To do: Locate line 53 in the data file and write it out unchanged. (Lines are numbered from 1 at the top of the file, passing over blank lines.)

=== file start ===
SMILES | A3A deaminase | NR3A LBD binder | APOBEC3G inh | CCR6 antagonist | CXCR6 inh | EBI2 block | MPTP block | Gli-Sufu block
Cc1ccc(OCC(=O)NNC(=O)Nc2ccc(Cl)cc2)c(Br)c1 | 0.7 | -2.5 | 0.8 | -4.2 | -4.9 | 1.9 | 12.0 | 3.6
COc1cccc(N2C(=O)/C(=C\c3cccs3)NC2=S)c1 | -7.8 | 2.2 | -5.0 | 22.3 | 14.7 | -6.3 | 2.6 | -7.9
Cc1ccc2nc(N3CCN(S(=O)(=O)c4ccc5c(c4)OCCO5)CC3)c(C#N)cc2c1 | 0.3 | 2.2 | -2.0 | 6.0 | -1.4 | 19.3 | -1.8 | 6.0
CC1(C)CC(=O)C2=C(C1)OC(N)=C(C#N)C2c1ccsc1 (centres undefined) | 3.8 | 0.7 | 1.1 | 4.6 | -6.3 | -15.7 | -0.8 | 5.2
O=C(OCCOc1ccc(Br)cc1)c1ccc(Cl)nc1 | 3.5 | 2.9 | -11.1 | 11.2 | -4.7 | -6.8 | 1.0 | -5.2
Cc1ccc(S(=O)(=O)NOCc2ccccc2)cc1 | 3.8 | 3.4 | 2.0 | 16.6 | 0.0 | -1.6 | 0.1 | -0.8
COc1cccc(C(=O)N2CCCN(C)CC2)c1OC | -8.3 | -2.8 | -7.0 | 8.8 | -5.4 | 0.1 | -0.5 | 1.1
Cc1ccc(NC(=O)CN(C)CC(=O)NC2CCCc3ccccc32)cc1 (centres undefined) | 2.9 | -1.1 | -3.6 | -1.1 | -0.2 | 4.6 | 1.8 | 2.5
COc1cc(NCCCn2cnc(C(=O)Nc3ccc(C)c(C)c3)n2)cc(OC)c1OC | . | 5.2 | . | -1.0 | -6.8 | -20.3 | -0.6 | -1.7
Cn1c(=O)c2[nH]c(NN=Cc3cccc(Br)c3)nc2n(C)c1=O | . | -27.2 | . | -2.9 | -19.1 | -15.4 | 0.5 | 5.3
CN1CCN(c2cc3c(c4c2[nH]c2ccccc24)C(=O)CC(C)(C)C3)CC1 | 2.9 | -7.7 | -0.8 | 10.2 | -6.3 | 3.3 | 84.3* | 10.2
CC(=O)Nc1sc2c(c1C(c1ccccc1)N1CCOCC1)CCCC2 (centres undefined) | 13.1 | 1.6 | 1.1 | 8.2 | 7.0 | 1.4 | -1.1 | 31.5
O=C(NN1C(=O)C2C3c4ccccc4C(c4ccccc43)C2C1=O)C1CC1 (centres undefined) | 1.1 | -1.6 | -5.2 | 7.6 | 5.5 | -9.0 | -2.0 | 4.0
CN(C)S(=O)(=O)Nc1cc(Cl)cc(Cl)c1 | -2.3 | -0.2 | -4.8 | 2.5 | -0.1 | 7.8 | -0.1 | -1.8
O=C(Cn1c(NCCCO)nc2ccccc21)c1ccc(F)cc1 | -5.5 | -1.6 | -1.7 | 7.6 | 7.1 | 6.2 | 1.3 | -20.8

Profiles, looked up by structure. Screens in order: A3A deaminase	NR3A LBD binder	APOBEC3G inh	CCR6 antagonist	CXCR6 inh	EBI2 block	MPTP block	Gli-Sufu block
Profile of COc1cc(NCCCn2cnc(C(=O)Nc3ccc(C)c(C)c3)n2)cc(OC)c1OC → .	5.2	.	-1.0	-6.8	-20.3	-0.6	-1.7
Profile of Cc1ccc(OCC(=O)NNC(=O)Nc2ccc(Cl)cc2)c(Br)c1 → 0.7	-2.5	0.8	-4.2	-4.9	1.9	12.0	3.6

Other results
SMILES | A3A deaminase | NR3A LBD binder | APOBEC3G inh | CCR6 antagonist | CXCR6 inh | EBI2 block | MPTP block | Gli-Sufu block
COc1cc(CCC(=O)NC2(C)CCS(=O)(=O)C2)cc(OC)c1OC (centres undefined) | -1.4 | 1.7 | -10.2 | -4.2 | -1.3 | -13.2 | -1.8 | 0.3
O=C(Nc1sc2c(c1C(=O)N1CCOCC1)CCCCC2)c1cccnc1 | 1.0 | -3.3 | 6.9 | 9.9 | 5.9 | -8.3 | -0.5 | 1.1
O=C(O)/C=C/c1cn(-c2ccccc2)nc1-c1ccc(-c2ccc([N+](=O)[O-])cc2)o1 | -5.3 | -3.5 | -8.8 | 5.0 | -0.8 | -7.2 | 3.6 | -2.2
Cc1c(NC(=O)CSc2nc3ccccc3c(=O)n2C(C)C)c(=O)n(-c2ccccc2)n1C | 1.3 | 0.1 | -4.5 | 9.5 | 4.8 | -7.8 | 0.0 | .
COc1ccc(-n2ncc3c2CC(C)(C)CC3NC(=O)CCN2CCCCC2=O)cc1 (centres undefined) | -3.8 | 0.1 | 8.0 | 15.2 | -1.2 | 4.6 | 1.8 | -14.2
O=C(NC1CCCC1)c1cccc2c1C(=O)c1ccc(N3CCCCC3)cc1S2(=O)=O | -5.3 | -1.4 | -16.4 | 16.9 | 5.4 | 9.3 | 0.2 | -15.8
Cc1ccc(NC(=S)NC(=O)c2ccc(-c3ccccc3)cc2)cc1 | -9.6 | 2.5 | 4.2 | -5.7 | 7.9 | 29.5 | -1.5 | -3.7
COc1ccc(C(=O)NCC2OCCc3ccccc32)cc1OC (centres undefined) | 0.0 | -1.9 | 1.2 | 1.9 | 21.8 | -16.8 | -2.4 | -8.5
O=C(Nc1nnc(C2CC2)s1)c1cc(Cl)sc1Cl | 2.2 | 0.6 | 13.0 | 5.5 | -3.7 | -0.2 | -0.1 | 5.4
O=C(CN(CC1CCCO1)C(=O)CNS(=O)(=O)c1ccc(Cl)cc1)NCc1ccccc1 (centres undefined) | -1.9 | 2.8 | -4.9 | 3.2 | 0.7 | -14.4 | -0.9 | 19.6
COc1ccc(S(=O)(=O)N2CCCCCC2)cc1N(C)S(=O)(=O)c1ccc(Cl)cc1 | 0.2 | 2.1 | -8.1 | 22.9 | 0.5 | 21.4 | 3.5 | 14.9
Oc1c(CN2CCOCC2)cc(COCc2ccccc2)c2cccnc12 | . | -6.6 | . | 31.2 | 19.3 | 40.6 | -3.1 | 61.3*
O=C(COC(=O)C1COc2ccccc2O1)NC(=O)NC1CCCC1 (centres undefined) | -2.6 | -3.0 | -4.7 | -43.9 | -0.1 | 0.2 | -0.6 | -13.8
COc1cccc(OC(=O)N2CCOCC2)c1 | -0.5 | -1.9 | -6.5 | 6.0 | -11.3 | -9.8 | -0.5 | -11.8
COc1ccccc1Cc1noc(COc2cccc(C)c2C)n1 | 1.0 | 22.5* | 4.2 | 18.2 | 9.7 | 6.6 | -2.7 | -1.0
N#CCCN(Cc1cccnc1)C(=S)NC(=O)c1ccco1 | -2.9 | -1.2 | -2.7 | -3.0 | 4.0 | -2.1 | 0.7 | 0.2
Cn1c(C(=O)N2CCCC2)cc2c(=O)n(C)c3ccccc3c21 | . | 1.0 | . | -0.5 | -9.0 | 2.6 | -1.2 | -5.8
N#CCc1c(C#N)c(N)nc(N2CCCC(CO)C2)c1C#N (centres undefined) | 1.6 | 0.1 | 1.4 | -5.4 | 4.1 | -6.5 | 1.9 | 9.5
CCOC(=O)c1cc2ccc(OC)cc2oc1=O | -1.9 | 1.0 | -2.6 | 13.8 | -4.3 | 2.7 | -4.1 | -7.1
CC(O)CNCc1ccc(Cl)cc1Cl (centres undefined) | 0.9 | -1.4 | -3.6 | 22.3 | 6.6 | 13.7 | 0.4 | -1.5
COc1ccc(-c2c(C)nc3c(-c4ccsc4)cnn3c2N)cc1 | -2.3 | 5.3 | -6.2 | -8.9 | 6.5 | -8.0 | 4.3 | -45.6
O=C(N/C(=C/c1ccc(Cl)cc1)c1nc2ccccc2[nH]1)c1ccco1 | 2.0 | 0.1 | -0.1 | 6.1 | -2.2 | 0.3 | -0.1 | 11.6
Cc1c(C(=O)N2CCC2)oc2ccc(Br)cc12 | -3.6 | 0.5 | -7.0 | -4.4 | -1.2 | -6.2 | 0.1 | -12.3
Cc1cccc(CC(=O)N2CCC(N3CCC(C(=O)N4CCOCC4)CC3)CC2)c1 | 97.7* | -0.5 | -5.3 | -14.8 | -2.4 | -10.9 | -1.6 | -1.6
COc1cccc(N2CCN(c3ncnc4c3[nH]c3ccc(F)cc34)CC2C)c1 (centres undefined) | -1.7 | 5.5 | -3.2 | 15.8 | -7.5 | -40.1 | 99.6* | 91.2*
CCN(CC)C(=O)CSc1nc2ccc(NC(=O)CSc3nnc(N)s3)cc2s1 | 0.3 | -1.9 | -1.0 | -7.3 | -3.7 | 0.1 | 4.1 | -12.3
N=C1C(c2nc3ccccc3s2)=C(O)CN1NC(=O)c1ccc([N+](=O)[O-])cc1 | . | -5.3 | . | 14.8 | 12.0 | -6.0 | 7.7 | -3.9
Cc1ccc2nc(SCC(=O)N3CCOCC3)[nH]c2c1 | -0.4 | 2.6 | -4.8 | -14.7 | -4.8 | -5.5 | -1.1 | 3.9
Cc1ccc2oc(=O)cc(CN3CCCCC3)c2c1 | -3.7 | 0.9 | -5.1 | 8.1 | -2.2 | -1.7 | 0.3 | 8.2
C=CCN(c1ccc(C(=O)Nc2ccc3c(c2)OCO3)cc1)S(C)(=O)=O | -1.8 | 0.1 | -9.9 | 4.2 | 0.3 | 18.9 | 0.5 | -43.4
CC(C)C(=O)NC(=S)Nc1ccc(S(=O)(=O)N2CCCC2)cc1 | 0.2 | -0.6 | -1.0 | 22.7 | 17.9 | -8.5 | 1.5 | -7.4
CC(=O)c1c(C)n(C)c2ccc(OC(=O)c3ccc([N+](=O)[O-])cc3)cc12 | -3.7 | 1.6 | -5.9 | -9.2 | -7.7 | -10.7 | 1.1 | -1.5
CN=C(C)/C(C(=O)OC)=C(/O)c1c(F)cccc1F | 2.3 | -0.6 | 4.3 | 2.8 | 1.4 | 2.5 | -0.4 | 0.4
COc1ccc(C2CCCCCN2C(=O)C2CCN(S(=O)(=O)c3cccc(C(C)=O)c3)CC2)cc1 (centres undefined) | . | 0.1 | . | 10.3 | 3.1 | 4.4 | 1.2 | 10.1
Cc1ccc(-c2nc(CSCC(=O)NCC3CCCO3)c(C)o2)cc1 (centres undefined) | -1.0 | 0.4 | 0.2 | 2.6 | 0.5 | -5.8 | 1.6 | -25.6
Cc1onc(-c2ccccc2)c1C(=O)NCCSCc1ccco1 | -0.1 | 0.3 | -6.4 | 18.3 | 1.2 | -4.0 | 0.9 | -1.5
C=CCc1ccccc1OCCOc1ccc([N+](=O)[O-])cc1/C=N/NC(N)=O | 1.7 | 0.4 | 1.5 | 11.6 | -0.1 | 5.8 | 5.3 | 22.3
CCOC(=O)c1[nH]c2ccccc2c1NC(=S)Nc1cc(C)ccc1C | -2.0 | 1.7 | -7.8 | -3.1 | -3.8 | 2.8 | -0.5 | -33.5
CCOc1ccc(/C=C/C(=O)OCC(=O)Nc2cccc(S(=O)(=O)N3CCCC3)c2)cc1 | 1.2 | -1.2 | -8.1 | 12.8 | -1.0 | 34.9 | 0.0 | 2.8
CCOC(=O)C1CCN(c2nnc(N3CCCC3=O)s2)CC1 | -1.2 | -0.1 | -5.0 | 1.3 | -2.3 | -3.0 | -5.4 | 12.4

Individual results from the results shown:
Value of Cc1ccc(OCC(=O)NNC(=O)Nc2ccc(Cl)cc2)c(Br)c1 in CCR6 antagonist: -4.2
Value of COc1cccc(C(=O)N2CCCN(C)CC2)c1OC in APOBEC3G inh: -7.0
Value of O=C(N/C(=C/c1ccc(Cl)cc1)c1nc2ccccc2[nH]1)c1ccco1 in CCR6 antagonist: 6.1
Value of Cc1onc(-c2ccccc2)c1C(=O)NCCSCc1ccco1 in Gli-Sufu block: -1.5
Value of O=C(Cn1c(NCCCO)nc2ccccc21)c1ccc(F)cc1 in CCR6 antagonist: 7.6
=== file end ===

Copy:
CC(=O)c1c(C)n(C)c2ccc(OC(=O)c3ccc([N+](=O)[O-])cc3)cc12 | -3.7 | 1.6 | -5.9 | -9.2 | -7.7 | -10.7 | 1.1 | -1.5